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A principal for an hour

Somerset Elementary School Principal Christopher Kamrath and the 18 winners of his “Principal for an Hour” essay contest pause for a moment in the school library reading nook on Thursday, Jan. 29. (Photo by Sarah Young)

Since beginning as principal at Somerset Elementary this past summer, one of Christopher Kamrath’s goals has been to get to know his students for positive reasons.

As Kamrath said, principals often must engage with students for less than positive reasons, so he decided to hold an essay contest for students in grades 1-4 that focused on the topic “How have you or could you make our school a better place?”

Not only did it go over extremely well at his previous school, but the participation response at Somerset was overwhelming. Almost every student eligible took part, Kamrath said.

While it was difficult to narrow down roughly 650 essays to the winners, Kamrath finally chose 18 top-notch picks. Those students will get to see what Kamrath’s job entails firsthand by being principal for an hour.

“Unfortunately you can’t choose every kid,” Kamrath said. “I wish I could pick all 650 kids we have.”

The winners will get to wear official school badges complete with their photos during their hour-long tenure as principal. The badges will go home with the students as keepsakes. The kids will also get to raid Kamrath’s extensive tie collection if they would like to wear a tie when acting as principal. As Kamrath said “you have to look like a principal.”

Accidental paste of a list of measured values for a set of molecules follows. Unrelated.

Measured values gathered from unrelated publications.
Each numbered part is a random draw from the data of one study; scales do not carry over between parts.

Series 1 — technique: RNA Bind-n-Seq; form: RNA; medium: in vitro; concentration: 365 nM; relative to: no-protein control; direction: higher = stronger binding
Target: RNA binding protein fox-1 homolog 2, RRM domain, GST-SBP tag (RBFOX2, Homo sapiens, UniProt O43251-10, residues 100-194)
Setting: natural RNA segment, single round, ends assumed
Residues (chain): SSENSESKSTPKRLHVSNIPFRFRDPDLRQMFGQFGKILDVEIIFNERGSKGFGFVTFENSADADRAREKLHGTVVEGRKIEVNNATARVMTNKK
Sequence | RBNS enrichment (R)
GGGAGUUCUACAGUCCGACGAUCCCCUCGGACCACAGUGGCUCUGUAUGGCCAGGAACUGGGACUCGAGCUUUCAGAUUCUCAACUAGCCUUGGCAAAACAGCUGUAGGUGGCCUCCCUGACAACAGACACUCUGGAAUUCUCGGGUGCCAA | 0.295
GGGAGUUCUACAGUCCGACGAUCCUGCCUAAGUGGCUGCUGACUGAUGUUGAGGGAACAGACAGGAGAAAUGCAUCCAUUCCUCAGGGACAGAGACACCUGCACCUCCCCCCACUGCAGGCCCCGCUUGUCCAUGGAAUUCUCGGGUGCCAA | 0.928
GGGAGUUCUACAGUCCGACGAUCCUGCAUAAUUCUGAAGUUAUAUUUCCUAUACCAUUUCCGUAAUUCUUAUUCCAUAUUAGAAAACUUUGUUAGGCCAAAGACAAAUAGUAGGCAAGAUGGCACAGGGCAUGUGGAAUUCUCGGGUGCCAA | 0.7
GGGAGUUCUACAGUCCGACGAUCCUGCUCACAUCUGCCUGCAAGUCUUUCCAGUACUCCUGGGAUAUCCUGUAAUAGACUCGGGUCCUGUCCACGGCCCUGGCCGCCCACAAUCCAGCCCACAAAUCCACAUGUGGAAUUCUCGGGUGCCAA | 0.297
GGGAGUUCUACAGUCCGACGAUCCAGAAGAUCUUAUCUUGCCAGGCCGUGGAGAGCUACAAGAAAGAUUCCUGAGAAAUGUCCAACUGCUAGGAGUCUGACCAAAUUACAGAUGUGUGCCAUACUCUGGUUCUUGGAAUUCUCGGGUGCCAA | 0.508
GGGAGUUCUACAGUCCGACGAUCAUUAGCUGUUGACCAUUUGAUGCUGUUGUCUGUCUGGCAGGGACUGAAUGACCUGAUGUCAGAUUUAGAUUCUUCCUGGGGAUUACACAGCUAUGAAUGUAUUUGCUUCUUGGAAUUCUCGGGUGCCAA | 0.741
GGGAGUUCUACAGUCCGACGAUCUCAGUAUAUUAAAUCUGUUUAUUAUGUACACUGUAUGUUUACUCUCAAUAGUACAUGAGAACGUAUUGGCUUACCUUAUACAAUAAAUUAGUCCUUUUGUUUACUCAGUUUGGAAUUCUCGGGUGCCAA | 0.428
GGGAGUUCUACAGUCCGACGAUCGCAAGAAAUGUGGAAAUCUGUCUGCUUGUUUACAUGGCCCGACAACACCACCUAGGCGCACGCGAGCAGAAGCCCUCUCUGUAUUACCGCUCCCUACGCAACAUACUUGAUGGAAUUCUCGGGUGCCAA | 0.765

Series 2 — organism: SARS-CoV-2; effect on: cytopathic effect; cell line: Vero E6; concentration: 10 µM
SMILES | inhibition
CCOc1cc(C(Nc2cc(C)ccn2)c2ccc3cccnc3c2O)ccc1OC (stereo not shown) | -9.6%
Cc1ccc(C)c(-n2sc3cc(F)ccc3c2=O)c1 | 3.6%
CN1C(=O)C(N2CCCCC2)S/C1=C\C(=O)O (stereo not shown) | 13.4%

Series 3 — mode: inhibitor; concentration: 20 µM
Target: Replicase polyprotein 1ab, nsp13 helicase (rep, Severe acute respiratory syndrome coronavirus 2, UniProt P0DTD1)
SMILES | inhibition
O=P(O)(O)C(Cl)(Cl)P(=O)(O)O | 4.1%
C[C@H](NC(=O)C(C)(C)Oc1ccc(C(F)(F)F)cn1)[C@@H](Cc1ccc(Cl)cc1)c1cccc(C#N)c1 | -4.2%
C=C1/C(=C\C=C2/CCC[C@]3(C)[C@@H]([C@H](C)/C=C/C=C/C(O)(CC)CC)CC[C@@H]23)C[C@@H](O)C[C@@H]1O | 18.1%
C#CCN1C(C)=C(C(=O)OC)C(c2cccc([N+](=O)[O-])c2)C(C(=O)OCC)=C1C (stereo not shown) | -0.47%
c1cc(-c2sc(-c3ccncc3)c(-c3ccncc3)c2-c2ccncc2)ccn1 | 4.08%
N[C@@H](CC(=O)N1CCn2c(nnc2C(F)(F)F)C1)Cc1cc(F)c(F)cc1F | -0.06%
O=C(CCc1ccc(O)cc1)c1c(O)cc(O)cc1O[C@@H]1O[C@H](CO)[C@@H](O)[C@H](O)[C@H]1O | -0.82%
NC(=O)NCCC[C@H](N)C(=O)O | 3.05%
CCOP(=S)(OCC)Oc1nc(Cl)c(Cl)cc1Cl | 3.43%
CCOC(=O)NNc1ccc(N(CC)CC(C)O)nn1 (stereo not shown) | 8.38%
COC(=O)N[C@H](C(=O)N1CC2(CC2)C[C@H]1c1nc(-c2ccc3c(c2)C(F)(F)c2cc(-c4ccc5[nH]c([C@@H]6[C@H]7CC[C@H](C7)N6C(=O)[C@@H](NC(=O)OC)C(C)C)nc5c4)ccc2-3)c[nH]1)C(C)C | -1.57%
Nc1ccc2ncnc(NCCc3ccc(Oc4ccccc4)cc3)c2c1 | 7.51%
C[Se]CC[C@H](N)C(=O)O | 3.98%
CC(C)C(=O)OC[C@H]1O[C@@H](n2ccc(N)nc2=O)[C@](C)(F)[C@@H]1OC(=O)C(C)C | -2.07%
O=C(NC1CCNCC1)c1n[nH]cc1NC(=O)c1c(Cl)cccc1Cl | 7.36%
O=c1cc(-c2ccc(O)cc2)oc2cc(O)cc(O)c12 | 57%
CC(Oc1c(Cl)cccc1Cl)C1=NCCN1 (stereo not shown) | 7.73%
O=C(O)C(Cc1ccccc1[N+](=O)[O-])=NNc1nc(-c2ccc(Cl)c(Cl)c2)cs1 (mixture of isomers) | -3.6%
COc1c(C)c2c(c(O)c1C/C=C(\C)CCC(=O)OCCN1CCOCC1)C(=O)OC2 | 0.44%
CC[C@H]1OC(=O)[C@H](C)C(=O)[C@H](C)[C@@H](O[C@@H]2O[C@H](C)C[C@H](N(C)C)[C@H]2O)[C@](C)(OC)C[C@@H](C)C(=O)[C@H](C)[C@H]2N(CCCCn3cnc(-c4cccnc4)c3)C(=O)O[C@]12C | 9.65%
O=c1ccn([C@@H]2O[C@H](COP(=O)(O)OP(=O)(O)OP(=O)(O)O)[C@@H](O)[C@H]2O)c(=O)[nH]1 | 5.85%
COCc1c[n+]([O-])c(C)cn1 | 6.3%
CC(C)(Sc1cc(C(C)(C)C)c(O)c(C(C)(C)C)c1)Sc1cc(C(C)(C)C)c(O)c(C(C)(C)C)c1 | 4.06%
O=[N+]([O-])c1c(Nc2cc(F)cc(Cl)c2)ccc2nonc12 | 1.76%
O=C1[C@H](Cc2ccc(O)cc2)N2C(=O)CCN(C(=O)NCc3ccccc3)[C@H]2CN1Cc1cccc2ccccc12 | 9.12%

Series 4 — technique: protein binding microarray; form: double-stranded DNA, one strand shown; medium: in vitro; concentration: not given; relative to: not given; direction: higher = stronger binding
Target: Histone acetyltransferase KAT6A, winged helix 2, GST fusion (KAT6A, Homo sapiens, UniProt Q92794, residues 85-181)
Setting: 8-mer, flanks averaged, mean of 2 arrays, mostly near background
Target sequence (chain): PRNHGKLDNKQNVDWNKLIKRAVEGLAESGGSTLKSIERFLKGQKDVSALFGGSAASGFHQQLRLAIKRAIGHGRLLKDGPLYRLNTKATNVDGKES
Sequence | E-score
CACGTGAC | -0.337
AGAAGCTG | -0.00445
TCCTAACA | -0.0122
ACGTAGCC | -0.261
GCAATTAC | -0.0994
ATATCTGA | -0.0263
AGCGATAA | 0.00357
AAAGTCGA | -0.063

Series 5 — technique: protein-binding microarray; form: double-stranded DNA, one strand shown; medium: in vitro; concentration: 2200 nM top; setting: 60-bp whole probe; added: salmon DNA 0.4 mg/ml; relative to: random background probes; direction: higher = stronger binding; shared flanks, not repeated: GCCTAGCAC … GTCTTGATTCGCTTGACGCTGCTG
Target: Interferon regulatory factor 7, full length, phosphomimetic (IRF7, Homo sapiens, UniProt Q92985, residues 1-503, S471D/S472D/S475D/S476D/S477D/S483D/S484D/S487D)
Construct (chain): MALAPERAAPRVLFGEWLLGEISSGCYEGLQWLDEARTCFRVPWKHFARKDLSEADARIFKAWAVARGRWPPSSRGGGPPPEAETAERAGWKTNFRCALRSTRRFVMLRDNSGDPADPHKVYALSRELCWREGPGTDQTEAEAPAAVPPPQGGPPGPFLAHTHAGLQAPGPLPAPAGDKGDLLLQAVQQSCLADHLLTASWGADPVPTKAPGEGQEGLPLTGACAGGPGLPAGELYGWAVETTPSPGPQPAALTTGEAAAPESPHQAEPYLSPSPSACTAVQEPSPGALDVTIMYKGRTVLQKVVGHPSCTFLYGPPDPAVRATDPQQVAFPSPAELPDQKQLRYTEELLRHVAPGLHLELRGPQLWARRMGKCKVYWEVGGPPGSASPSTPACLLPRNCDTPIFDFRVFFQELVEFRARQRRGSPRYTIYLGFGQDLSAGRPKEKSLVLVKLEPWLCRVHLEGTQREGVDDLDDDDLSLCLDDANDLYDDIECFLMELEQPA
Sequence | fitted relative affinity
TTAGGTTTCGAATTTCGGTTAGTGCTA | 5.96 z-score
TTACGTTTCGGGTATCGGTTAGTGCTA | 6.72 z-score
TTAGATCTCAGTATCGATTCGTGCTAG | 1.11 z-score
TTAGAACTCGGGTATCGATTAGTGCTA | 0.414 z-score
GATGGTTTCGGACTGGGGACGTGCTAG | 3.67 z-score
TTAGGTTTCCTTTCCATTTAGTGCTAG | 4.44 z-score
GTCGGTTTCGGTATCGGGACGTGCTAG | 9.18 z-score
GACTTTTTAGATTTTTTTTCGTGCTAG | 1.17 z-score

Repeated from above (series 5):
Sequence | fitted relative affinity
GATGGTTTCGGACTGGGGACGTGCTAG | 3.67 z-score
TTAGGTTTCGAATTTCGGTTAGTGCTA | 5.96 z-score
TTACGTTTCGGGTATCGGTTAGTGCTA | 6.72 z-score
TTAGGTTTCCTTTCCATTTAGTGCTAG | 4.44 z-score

While each essay was unique, common themes that popped up were teacher recognition, showing others respect and helping everyone feel like he or she belongs. Kamrath was joyous at the number of ideas his students came up with.

“It will be neat to spend an hour with the kids and hear more of their ideas,” Kamrath said. “A lot of kids have great ideas on things we should do here at school.”

While principal, the winners will get to make the rounds with Kamrath through the building, feed the school’s pet fish and, most exciting to the kids, make an announcement over the intercom system if they so choose.

Student winners include first-graders Justin Hills, Gabrielle Linder, Mason Hahn and Isabelle Amador; second-graders Adam Larse, Grace Parnell, Isabelle DeRosier and Emma Settem; third-graders Dylan Livingston, Ava Young, Wyatt Moss, Paige Turner and Caeden Kreibich; and fourth-graders Taylor Cole, Addisen McGeehan, Isabella Paulson, Jenessa Gazdik and Madison Fox.

Sarah Nigbor

Sarah J. Nigbor serves as a regional editor for RiverTown Multimedia, a position she began in April 2017. She joined RiverTown Multimedia in October 2013 as a news reporter for the New Richmond News, before being appointed editor of the Pierce County Herald in February 2015. She graduated from the University of Wisconsin-River Falls with a Bachelor of Fine Arts in Spanish and French in 2001. She completed a minor in journalism in 2004. 

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